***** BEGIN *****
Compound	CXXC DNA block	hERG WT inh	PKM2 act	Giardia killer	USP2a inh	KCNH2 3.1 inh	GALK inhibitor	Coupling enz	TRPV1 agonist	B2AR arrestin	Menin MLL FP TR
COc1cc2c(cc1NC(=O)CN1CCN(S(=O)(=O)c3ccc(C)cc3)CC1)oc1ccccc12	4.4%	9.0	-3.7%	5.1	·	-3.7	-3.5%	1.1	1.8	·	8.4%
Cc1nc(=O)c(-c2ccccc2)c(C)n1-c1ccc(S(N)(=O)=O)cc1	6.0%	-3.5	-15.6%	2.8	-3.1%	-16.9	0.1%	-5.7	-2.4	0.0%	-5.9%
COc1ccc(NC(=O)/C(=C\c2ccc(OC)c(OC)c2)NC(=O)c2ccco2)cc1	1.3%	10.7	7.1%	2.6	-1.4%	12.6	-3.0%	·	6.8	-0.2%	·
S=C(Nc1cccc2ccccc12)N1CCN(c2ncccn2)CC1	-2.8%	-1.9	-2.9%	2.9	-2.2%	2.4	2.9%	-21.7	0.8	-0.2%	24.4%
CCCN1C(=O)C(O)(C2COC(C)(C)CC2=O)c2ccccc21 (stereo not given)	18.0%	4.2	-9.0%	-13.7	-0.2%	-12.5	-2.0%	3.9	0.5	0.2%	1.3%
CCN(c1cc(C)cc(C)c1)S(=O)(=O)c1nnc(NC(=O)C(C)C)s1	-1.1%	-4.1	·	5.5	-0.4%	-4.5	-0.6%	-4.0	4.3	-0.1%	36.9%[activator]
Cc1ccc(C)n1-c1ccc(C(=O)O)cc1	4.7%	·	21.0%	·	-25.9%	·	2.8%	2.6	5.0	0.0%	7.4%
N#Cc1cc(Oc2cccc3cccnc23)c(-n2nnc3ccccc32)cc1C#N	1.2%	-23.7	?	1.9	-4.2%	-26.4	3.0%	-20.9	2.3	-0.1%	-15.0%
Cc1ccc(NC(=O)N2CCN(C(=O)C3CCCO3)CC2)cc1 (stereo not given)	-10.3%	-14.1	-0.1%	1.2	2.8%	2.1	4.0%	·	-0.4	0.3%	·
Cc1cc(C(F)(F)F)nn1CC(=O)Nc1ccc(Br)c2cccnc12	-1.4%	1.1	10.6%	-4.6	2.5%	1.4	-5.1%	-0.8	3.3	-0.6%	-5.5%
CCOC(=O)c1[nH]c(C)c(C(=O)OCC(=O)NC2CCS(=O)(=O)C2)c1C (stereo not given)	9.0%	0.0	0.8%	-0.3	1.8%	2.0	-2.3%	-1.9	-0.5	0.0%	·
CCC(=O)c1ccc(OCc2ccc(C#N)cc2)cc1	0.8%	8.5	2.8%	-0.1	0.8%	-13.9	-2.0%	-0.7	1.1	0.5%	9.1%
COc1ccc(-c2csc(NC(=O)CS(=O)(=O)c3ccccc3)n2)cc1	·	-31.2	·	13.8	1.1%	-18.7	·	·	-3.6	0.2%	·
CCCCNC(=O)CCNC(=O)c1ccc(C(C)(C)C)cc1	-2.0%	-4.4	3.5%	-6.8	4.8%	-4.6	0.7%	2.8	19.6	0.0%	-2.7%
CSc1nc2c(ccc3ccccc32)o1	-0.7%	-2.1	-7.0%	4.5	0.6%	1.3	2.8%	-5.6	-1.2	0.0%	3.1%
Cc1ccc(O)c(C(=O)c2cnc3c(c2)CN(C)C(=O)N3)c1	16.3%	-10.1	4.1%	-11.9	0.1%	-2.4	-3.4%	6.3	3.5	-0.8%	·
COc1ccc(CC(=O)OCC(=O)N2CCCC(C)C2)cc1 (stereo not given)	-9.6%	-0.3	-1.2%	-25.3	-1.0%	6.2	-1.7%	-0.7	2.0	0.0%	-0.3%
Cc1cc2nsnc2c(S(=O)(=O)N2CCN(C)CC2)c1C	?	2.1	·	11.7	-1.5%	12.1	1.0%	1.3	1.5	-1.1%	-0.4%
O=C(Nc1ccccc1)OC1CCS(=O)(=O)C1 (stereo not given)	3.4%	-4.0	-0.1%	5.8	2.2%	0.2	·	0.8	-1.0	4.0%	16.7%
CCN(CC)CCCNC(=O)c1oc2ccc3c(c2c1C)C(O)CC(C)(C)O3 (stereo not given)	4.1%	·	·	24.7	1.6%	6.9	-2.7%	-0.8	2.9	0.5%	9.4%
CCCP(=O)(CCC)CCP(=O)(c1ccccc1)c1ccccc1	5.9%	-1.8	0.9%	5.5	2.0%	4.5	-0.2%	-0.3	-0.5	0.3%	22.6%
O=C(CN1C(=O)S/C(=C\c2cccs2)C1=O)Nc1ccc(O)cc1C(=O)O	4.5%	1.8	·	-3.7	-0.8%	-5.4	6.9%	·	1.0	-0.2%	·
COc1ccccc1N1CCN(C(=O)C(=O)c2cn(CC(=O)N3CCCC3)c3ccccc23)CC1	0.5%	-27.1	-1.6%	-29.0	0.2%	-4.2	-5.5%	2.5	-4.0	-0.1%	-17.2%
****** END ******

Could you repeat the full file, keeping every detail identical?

Compound	CXXC DNA block	hERG WT inh	PKM2 act	Giardia killer	USP2a inh	KCNH2 3.1 inh	GALK inhibitor	Coupling enz	TRPV1 agonist	B2AR arrestin	Menin MLL FP TR
COc1cc2c(cc1NC(=O)CN1CCN(S(=O)(=O)c3ccc(C)cc3)CC1)oc1ccccc12	4.4%	9.0	-3.7%	5.1	·	-3.7	-3.5%	1.1	1.8	·	8.4%
Cc1nc(=O)c(-c2ccccc2)c(C)n1-c1ccc(S(N)(=O)=O)cc1	6.0%	-3.5	-15.6%	2.8	-3.1%	-16.9	0.1%	-5.7	-2.4	0.0%	-5.9%
COc1ccc(NC(=O)/C(=C\c2ccc(OC)c(OC)c2)NC(=O)c2ccco2)cc1	1.3%	10.7	7.1%	2.6	-1.4%	12.6	-3.0%	·	6.8	-0.2%	·
S=C(Nc1cccc2ccccc12)N1CCN(c2ncccn2)CC1	-2.8%	-1.9	-2.9%	2.9	-2.2%	2.4	2.9%	-21.7	0.8	-0.2%	24.4%
CCCN1C(=O)C(O)(C2COC(C)(C)CC2=O)c2ccccc21 (stereo not given)	18.0%	4.2	-9.0%	-13.7	-0.2%	-12.5	-2.0%	3.9	0.5	0.2%	1.3%
CCN(c1cc(C)cc(C)c1)S(=O)(=O)c1nnc(NC(=O)C(C)C)s1	-1.1%	-4.1	·	5.5	-0.4%	-4.5	-0.6%	-4.0	4.3	-0.1%	36.9%[activator]
Cc1ccc(C)n1-c1ccc(C(=O)O)cc1	4.7%	·	21.0%	·	-25.9%	·	2.8%	2.6	5.0	0.0%	7.4%
N#Cc1cc(Oc2cccc3cccnc23)c(-n2nnc3ccccc32)cc1C#N	1.2%	-23.7	?	1.9	-4.2%	-26.4	3.0%	-20.9	2.3	-0.1%	-15.0%
Cc1ccc(NC(=O)N2CCN(C(=O)C3CCCO3)CC2)cc1 (stereo not given)	-10.3%	-14.1	-0.1%	1.2	2.8%	2.1	4.0%	·	-0.4	0.3%	·
Cc1cc(C(F)(F)F)nn1CC(=O)Nc1ccc(Br)c2cccnc12	-1.4%	1.1	10.6%	-4.6	2.5%	1.4	-5.1%	-0.8	3.3	-0.6%	-5.5%
CCOC(=O)c1[nH]c(C)c(C(=O)OCC(=O)NC2CCS(=O)(=O)C2)c1C (stereo not given)	9.0%	0.0	0.8%	-0.3	1.8%	2.0	-2.3%	-1.9	-0.5	0.0%	·
CCC(=O)c1ccc(OCc2ccc(C#N)cc2)cc1	0.8%	8.5	2.8%	-0.1	0.8%	-13.9	-2.0%	-0.7	1.1	0.5%	9.1%
COc1ccc(-c2csc(NC(=O)CS(=O)(=O)c3ccccc3)n2)cc1	·	-31.2	·	13.8	1.1%	-18.7	·	·	-3.6	0.2%	·
CCCCNC(=O)CCNC(=O)c1ccc(C(C)(C)C)cc1	-2.0%	-4.4	3.5%	-6.8	4.8%	-4.6	0.7%	2.8	19.6	0.0%	-2.7%
CSc1nc2c(ccc3ccccc32)o1	-0.7%	-2.1	-7.0%	4.5	0.6%	1.3	2.8%	-5.6	-1.2	0.0%	3.1%
Cc1ccc(O)c(C(=O)c2cnc3c(c2)CN(C)C(=O)N3)c1	16.3%	-10.1	4.1%	-11.9	0.1%	-2.4	-3.4%	6.3	3.5	-0.8%	·
COc1ccc(CC(=O)OCC(=O)N2CCCC(C)C2)cc1 (stereo not given)	-9.6%	-0.3	-1.2%	-25.3	-1.0%	6.2	-1.7%	-0.7	2.0	0.0%	-0.3%
Cc1cc2nsnc2c(S(=O)(=O)N2CCN(C)CC2)c1C	?	2.1	·	11.7	-1.5%	12.1	1.0%	1.3	1.5	-1.1%	-0.4%
O=C(Nc1ccccc1)OC1CCS(=O)(=O)C1 (stereo not given)	3.4%	-4.0	-0.1%	5.8	2.2%	0.2	·	0.8	-1.0	4.0%	16.7%
CCN(CC)CCCNC(=O)c1oc2ccc3c(c2c1C)C(O)CC(C)(C)O3 (stereo not given)	4.1%	·	·	24.7	1.6%	6.9	-2.7%	-0.8	2.9	0.5%	9.4%
CCCP(=O)(CCC)CCP(=O)(c1ccccc1)c1ccccc1	5.9%	-1.8	0.9%	5.5	2.0%	4.5	-0.2%	-0.3	-0.5	0.3%	22.6%
O=C(CN1C(=O)S/C(=C\c2cccs2)C1=O)Nc1ccc(O)cc1C(=O)O	4.5%	1.8	·	-3.7	-0.8%	-5.4	6.9%	·	1.0	-0.2%	·
COc1ccccc1N1CCN(C(=O)C(=O)c2cn(CC(=O)N3CCCC3)c3ccccc23)CC1	0.5%	-27.1	-1.6%	-29.0	0.2%	-4.2	-5.5%	2.5	-4.0	-0.1%	-17.2%